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If Kylie Minogue, Madonna, and Celine Dion had a child that was the perfect mix of all of them, that child might be allowed to do Whitney Houston’s hair. A unique voice, with pop flair, a touch of funk, and a jive that makes you move, it’s tough to call this rock, but we’ll fight anyone who wants to claim it doesn’t belong here.

Tom Sawyer – Rush

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A montage, gearing up for battle song as much as advice for life. Today’s rebels have to be coy, clever, and ruthless. They also should be backed by beats from the incomparable Nell Peart and wild, warbly notes from instruments old and new.

Born In The USA – Bruce Springsteen

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Springsteen is perhaps one of the purest patriots ever to pick up a microphone. He loves America like few others. What he doesn’t do is hide behind the flag, choosing instead to point, unabashedly at the flaws of his homeland. He believes the US can truly be great, but only through honesty, repentance, and acceptance of the ills that every nation undergoes.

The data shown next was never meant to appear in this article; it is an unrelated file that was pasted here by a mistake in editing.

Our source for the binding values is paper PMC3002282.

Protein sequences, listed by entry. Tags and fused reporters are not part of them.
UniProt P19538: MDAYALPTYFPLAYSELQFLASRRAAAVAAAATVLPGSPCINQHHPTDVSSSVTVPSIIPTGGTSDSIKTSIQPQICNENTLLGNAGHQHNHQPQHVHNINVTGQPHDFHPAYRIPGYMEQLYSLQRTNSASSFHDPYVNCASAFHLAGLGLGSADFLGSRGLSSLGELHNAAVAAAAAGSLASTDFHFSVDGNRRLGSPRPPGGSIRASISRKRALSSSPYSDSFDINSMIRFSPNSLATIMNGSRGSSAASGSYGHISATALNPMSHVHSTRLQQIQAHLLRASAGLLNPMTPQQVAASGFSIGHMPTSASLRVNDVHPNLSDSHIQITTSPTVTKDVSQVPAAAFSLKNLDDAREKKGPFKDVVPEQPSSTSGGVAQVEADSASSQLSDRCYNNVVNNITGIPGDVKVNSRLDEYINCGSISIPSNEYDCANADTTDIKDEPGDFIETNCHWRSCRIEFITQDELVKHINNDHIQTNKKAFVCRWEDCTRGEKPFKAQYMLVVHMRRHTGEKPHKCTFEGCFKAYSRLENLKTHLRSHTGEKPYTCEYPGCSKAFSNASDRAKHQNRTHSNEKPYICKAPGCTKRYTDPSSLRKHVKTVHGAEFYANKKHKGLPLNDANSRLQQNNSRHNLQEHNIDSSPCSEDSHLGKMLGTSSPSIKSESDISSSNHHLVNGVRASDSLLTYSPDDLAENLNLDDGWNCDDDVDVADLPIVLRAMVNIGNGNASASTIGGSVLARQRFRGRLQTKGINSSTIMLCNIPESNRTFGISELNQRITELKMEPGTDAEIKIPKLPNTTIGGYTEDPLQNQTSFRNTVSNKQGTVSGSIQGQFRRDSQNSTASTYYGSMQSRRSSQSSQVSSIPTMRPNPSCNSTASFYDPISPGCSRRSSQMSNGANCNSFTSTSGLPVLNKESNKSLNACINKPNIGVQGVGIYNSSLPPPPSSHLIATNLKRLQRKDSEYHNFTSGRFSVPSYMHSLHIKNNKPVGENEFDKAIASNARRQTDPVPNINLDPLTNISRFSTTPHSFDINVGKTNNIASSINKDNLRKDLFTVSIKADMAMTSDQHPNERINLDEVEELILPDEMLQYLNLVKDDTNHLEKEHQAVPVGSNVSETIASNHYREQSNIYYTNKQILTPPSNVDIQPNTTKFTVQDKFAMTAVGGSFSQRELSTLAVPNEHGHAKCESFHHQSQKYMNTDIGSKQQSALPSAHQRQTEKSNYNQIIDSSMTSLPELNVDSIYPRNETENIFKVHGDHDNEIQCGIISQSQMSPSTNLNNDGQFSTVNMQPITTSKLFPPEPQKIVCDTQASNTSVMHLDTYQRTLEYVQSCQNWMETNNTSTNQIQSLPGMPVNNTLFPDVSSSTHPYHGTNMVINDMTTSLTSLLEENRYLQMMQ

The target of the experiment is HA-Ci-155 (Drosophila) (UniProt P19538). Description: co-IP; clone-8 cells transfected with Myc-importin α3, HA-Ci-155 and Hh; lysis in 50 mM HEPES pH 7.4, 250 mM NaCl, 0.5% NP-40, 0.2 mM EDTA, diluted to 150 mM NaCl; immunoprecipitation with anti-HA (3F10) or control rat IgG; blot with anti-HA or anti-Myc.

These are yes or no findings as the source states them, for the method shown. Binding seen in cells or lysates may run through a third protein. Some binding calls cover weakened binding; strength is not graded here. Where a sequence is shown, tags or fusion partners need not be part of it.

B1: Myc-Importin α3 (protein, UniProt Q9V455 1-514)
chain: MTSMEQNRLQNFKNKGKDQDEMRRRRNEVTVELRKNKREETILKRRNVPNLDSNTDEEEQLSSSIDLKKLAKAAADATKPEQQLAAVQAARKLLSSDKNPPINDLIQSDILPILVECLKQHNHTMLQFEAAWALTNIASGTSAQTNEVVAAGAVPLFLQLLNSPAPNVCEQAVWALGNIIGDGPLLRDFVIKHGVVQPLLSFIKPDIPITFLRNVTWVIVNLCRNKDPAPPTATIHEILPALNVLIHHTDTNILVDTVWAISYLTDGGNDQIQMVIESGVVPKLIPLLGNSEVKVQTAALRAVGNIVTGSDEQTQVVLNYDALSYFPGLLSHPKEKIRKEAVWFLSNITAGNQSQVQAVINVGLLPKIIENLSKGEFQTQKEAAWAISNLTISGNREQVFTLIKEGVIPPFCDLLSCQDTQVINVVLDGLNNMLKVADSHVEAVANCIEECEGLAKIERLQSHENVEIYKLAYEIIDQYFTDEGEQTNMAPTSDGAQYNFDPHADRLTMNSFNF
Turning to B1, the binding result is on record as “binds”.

Money For Nothing – Dire Straits

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Subsumed within this glib tune that features the wicked work of Mark Knopfler on the guitar is a lot of darkness. Reflecting on society, hatred of the artist, and condemnation by working class folks in a culture of celebrity, it’s pep with long knives.

It’s The End of the World As We Know It (and I Feel Fine) – R.E.M.

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Pop culture references that would shame They Might Be Giants and outshines “We Didn’t Start The Fire,” R.E.M. manages to do more in this song than most bands accomplish in whole careers. Now, get out a lyric sheet and start memorizing for a real Karaoke kill shot.